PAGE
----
Amy is a heavier film, far more intense than the story of a race car driver who died a hero. Amy Winehouse was always a misfit who grew up within a dysfunctional family, with a long history of depression and bulimia. She is 14 when she started writing music, often coupled with extremely dark lyrics. Amy Winehouse’s career takes off in the early-2000s, under the scrutiny of the world wide web and tabloid journalism. Her “decline” is faster and public, thanks to the catalysts that go on profiting off her talent, money, and addiction. Like Senna and Maradona, she thrives on pushing herself to create newer, better music but is restricted by an audience who want her to go on producing and reproducing hits like Rehab. Kapadia paints a picture of a tragic hero who spends her life playing to the crowds while always wanting a shell to retreat into. Winehouse’s decline is visible, publicised, and monetised. Unlike Senna, she actually wants to quit but isn’t allowed to; she never wants to become a star, never craves fame. Amy is a heavier film because it is more desperate, more hopeless. While Senna’s death was a shock, Winehouse’s death is almost a natural progression of her helpless fight against her addictions, of the endless cycle of the public laying down a rug for her and then pulling it away from under her feet. One can see it coming but can do nothing to stop it. Neither can she.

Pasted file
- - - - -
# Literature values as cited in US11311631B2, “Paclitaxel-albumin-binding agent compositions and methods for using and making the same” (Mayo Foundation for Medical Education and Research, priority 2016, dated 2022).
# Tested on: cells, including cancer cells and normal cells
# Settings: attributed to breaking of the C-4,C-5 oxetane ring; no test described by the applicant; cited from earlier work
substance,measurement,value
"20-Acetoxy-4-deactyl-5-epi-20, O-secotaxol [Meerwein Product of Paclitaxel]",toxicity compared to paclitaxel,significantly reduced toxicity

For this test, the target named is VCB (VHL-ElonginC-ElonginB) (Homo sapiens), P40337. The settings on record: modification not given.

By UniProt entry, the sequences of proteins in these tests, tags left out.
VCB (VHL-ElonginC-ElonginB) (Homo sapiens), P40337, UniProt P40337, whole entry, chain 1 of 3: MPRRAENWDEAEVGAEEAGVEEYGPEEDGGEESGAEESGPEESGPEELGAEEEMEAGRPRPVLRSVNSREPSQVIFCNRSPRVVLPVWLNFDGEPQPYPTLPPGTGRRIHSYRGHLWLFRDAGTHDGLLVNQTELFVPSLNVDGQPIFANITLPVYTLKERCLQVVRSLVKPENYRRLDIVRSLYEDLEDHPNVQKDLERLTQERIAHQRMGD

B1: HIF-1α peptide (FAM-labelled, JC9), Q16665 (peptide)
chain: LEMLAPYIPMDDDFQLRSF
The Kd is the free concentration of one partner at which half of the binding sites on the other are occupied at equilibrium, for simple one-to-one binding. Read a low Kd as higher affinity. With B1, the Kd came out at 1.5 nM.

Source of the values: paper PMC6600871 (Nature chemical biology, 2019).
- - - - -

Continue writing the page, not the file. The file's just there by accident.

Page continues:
Diego Maradona is a film about a sportsperson who has survived his fall from grace and continues to bear the burden of his actions. This time, Kapadia pushes himself and turns the page to write his ending chapter on a star who is still trying to emerge from his decline while living with the trauma of outliving it. “I made mistakes, and I paid for them,” Maradona said in his final testimonial match, in Buenos Aires, in 2001. His tragedy is not that his career is over but that his life, as he lives it today, has no meaning beyond the myth he used to be. He was a god-fearing kid from a slum in Buenos Aires who played football so he could afford a house for his parents. He plays football because it is what he is good at, it is what he does best. And through that, he helps resurrect the pride of a whole city full of people; people who would eventually hate him so much that they’d leave no stone unturned to finish his career. With Senna, to an extent, and with Maradona, Kapadia ventures to explore the relationship of a celebrity not just with other people, but also with the larger identities of nations and nationalities. Maradona is an Argentinian who pulled the Italian city of Naples out of the shadows of racist neglect and despairs of bankruptcy; he is as much a Napoletano as an Argentinian and it is in trying to balance these two identities that acts as a final blow to his undoing. Maradona’s tragedy is a result of his own addiction but it is also a result of national politics that are bigger and stronger than him. “I’m a version of a pop artist, taking this thing we’ve known about for ever and making people look at it in a way which catches them by surprise,” Kapadia says in an interview with the Financial Times. What catches up by surprise is the multiplicity of personalities within the stars we create; there is a Diego and there is a Maradona, there is a Senna who is bigger than Ayrton and within one Amy there are many Amys who sing, dance, love, and suffer heartbreak. What Kapadia does best is capture the immense labour that goes into containing all these persons to live up to the one-dimensional Celebrity we create in our heads. His documentaries are not about the minds of his subjects but also about the manipulative minds, our minds, that surround them. As good documentaries should do, Kapadia’s trilogy mirrors the lives of three geniuses but also shows us our real faces in the looking glass, without ever showing us his own.